The Washington legislative session is over, the governor is passing judgment on its work — or lack thereof — and we still can’t buy recreational marijuana. Sorting out all this is exactly why the Answer Man was created.
Question: I keep reading that Gov. Jay Inslee is busy signing bills passed by the 2014 Legislature. Didn’t you tell us they didn’t do anything?
Answer: The House and Senate agreed on the passage of 237 bills, and someone loves each and every one of them. I mean who doesn’t get excited about an act “relating to correcting the expiration date of a definition of firefighter?” What I did say was that the Legislature punted on some of the biggest issues before it.
Q: But lawmakers finished on time didn’t they?
A: We’ve now reached a point of such low expectations that ending a session on time is an end in itself. It might have been worth them hanging around a few more weeks if they could have finished some key issues — a transportation plan, a construction budget, a meaningful means of regulating medical marijuana, and repairs to the teacher and principal evaluation system.
Q: My kids’ teachers say there’s too much testing already so why would the state want to include test results in their evaluations?
A: The state would want to do that so the federal government doesn’t sanction it for failing to meet yearly academic progress under the failed No Child Left Behind law. Without a waiver from that law, Washington would have to redirect $44 million used to help the poorest students. Besides, test results will be used anyway. The change would have just required that statewide test results be among them. But you’re right, testing students wasn’t done in public schools before the reform movement began in the 1990s.
Q: Is this one of those times when you are being sarcastic?
A: You pass the test. Testing students – even so-called high-stakes testing – is as old as education itself. The difference is that rather than just using tests to hold students accountable, the changes seek to hold the adults in the system accountable as well.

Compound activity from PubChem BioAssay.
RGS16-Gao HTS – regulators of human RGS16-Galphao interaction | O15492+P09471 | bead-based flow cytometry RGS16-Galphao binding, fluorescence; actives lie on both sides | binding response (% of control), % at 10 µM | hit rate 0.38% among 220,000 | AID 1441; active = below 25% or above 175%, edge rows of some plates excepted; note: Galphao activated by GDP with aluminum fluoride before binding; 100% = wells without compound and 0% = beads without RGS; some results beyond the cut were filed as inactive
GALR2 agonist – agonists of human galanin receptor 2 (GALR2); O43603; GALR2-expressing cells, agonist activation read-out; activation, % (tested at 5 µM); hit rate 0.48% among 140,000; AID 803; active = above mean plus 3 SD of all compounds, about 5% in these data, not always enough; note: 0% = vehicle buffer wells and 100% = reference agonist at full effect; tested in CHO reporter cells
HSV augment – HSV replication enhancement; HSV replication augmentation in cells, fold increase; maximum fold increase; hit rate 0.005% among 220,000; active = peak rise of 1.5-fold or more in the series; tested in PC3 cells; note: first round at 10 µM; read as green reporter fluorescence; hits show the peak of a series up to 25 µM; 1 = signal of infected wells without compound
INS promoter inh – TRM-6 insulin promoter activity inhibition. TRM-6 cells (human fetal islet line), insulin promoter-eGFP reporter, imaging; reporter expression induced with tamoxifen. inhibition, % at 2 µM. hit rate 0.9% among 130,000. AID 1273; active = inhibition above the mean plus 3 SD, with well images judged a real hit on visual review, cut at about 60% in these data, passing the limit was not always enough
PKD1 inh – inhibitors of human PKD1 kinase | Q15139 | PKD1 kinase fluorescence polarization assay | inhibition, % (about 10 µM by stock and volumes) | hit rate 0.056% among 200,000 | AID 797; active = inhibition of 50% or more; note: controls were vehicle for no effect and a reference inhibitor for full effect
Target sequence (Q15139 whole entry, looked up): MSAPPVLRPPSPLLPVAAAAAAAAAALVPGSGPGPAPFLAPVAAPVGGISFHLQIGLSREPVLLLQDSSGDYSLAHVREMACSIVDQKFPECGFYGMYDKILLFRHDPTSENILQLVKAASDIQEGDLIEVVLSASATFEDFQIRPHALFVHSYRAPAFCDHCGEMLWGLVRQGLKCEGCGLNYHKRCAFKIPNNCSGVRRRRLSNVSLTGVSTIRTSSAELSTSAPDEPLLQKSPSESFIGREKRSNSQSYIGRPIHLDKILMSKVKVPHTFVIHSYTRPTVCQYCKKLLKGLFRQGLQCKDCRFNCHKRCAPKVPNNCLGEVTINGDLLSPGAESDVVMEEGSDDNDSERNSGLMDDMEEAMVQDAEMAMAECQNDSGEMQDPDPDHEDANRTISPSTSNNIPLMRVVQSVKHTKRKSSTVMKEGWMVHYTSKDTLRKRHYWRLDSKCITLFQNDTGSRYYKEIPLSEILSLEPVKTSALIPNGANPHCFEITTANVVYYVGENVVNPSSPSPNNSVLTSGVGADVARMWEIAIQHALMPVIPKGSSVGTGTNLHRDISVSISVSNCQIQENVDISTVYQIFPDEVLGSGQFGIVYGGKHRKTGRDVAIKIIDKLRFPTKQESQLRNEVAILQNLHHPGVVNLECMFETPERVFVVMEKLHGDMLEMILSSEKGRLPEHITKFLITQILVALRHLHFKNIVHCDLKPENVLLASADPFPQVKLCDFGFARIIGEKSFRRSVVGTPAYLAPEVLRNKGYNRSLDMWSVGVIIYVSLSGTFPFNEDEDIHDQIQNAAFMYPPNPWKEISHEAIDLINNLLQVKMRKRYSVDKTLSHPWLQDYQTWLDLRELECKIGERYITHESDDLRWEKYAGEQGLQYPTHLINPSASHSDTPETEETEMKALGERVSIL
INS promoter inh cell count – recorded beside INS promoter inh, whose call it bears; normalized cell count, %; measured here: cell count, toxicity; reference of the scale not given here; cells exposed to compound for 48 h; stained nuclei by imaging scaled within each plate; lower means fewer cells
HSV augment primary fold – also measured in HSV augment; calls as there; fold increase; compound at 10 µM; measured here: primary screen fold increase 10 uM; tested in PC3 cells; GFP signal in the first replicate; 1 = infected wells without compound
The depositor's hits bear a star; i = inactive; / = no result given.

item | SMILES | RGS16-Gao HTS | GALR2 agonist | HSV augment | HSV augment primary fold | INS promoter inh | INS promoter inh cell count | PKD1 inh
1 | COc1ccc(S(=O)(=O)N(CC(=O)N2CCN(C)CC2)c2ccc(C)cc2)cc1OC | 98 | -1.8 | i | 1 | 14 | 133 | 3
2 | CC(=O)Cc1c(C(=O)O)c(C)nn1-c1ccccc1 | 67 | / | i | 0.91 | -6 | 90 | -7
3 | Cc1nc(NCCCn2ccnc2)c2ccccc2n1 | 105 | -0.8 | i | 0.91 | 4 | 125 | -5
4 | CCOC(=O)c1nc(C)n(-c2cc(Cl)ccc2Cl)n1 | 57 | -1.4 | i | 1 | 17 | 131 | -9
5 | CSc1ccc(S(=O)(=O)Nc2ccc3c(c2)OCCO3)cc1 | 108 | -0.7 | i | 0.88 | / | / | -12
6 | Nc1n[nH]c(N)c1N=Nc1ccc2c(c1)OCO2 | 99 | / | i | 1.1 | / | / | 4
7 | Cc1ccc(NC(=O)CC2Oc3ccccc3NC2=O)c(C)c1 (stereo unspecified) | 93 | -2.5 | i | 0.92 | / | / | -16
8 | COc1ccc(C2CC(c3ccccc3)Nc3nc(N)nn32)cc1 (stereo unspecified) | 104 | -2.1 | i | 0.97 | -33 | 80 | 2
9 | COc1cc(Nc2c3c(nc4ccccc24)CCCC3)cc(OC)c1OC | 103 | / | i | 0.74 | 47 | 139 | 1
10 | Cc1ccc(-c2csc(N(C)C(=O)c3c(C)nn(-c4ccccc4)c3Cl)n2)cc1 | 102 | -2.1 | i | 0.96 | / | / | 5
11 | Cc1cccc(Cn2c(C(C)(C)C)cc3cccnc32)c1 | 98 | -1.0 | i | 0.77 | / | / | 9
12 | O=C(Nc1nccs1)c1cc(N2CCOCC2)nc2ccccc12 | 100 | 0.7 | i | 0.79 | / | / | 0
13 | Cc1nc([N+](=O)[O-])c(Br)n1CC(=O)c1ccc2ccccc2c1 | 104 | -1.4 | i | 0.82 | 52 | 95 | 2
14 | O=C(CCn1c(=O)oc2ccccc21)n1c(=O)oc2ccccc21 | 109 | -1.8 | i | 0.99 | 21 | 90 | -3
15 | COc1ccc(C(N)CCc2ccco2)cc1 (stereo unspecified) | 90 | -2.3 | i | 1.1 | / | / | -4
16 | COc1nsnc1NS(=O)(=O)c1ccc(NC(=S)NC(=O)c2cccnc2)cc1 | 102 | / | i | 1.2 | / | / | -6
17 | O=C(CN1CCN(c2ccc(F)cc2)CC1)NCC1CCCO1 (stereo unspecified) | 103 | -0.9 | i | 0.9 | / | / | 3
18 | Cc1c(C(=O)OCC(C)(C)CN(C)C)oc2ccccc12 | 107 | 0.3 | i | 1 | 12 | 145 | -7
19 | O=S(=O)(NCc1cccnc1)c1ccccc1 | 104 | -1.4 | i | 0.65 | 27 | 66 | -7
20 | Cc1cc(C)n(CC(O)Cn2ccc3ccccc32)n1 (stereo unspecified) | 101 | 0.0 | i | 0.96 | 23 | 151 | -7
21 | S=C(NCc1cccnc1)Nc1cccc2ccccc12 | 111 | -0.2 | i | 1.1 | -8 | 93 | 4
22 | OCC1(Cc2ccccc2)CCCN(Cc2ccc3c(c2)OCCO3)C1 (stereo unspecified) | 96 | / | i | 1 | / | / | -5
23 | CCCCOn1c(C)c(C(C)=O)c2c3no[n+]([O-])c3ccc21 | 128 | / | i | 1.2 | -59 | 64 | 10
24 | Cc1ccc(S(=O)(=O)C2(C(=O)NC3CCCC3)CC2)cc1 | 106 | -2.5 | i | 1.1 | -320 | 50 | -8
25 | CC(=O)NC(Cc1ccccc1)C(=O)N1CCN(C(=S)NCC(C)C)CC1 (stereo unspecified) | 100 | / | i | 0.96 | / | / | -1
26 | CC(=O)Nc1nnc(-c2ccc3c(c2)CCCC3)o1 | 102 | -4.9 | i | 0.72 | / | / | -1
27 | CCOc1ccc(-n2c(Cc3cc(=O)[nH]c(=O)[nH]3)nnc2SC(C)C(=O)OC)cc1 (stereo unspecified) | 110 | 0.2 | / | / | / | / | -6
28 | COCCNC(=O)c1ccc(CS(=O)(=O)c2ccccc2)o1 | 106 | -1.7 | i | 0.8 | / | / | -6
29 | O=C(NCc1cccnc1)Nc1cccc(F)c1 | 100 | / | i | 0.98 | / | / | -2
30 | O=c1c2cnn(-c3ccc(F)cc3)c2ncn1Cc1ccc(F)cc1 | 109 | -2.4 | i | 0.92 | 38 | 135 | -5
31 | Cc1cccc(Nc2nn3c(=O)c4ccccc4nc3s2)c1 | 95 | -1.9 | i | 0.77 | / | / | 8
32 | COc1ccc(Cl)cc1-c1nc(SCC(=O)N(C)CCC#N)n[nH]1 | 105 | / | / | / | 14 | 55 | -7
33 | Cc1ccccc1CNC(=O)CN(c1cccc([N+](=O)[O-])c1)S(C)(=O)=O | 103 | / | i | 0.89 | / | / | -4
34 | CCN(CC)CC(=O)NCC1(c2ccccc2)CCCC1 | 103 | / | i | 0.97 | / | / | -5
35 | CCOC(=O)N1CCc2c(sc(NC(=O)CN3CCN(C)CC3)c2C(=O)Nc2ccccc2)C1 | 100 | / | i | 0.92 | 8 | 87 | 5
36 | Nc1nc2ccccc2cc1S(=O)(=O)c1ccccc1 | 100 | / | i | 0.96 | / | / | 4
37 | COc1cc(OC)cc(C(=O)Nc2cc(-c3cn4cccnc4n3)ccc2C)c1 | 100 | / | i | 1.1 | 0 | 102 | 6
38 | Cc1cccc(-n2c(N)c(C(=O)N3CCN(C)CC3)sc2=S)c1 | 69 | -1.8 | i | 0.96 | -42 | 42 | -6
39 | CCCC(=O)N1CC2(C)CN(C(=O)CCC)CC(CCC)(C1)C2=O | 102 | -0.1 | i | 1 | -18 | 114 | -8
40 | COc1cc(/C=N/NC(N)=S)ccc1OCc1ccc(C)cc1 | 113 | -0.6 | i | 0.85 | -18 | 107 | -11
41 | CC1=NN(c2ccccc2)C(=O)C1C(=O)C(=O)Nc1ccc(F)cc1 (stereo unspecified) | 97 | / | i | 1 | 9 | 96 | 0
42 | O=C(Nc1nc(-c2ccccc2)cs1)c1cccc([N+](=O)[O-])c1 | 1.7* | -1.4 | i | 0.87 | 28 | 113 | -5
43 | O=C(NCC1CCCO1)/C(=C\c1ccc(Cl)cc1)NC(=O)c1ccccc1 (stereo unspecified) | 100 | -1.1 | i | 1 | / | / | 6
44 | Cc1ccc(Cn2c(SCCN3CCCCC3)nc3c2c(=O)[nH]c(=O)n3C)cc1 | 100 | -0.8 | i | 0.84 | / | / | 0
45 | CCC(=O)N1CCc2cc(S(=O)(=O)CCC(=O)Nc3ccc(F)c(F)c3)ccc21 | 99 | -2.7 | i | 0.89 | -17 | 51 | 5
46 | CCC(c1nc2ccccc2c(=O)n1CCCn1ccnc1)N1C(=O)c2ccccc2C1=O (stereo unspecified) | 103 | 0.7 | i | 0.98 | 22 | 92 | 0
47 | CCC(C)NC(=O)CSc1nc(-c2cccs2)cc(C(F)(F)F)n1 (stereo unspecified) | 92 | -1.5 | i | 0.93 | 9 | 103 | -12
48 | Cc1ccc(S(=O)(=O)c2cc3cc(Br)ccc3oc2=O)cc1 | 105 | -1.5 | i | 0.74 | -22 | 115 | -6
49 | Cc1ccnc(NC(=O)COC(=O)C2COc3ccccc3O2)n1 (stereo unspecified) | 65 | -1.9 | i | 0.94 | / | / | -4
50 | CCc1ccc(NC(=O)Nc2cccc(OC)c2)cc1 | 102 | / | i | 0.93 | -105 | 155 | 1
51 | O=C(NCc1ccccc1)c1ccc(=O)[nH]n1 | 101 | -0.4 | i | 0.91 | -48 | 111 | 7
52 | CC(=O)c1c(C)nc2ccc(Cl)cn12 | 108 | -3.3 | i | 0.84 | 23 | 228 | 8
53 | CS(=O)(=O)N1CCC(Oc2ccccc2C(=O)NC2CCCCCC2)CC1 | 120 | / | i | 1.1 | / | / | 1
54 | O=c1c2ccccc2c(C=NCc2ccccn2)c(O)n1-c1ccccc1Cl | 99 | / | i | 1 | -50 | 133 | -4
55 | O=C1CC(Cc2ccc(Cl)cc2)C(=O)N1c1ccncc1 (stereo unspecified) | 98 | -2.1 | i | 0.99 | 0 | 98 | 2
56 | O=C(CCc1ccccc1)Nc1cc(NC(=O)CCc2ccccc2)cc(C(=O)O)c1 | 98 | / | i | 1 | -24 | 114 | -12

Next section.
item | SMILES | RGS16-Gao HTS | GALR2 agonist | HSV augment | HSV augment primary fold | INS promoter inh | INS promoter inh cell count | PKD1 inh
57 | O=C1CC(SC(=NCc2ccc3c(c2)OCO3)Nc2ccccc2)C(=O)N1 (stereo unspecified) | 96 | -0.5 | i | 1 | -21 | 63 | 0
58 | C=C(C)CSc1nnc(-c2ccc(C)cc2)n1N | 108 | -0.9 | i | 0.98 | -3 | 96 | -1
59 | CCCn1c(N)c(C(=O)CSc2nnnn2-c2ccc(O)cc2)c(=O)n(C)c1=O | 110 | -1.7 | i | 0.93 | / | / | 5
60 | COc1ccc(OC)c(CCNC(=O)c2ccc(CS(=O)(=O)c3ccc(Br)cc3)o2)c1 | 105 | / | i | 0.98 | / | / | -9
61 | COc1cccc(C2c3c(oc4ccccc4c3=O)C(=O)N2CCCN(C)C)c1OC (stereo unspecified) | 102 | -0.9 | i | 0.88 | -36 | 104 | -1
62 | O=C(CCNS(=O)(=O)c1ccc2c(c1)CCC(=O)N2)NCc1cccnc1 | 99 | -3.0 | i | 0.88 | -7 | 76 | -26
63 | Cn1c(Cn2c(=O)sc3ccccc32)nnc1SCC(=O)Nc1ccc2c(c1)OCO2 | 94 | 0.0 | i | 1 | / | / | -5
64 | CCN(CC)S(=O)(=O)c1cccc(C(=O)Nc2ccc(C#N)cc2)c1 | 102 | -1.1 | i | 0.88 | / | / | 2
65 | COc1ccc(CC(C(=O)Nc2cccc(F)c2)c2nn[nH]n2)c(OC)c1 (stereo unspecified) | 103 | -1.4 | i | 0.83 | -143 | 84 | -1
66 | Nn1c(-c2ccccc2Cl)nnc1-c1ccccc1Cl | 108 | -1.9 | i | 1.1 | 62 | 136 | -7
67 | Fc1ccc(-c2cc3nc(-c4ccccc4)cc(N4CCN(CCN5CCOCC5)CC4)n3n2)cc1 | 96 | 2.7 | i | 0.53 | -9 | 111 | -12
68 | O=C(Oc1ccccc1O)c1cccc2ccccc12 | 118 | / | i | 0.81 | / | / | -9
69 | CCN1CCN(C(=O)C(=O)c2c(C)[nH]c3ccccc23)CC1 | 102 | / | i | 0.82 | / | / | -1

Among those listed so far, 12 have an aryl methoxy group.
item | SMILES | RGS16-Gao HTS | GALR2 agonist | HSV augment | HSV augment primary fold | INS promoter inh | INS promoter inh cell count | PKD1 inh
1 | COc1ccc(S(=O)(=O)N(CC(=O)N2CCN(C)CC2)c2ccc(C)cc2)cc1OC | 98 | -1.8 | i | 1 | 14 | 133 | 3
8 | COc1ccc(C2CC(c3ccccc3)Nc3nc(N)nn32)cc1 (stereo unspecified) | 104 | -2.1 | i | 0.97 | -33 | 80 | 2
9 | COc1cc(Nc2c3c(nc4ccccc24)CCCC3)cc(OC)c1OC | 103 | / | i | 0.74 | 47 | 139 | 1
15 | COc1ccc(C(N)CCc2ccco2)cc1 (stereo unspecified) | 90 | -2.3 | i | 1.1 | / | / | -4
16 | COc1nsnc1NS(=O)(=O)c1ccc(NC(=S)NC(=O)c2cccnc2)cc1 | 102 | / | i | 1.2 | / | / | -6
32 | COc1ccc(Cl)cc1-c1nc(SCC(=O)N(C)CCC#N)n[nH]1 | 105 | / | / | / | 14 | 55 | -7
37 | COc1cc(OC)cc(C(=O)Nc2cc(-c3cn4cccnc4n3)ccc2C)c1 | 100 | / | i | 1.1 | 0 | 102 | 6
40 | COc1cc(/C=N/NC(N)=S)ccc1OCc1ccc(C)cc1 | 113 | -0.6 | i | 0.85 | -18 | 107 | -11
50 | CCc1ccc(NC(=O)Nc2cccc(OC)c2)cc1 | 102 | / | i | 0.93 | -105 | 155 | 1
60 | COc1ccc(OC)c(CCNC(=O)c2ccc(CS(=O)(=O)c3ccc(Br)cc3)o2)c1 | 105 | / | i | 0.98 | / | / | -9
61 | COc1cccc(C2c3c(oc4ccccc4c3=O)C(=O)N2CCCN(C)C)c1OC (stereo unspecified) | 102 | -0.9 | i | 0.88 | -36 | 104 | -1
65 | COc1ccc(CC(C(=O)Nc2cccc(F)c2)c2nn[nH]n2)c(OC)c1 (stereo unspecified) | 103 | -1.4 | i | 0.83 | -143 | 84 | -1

Q: That’ll never work. Hey, when will Washingtonians finally be able to buy recreational marijuana? I’m asking for a friend.
A: Sometime in June. Or not. It kind of keeps moving around. Your friend will just have to be patient.
Q: Why is it taking so long?
A: All the state has to do is create from scratch a system to license and regulate the growing, production and sale of marijuana and do it in a way that doesn’t cause the entire federal government to invade the state like it’s Crimea.
Q: There you go again, apologizing for government. I guess I – my friend, I mean – can wait a while longer. In the meantime, I’m so excited about the baseball season starting this week. It looks like the Mariners invested some money and are sure to get back into the playoffs, right?
A: Let’s see, how can I break this to you gently?
Q: Come on, they signed All-Star Robinson Cano for an amount equal to the gross domestic product of Greece. And they still have King Felix who is the best starter in the American League. How can they go wrong?
A: The Mariners are the American League champions at finding ways to go wrong. Felix can pitch only every fifth game, and Cano can hit only every ninth batter. So many players are suffering injuries that they would have been better off signing Virginia Mason. The Cano signing distracted you from the fact that the front office didn’t do much with the rest of what is and has been a pretty mediocre team.
Q: Sports fan are easily distracted. When does Seahawks camp start?
A: Not soon enough.
Q: You have managed to be even more depressing than normal.
A: Don’t worry. June is just two months away.
Peter Callaghan: 253-597-8657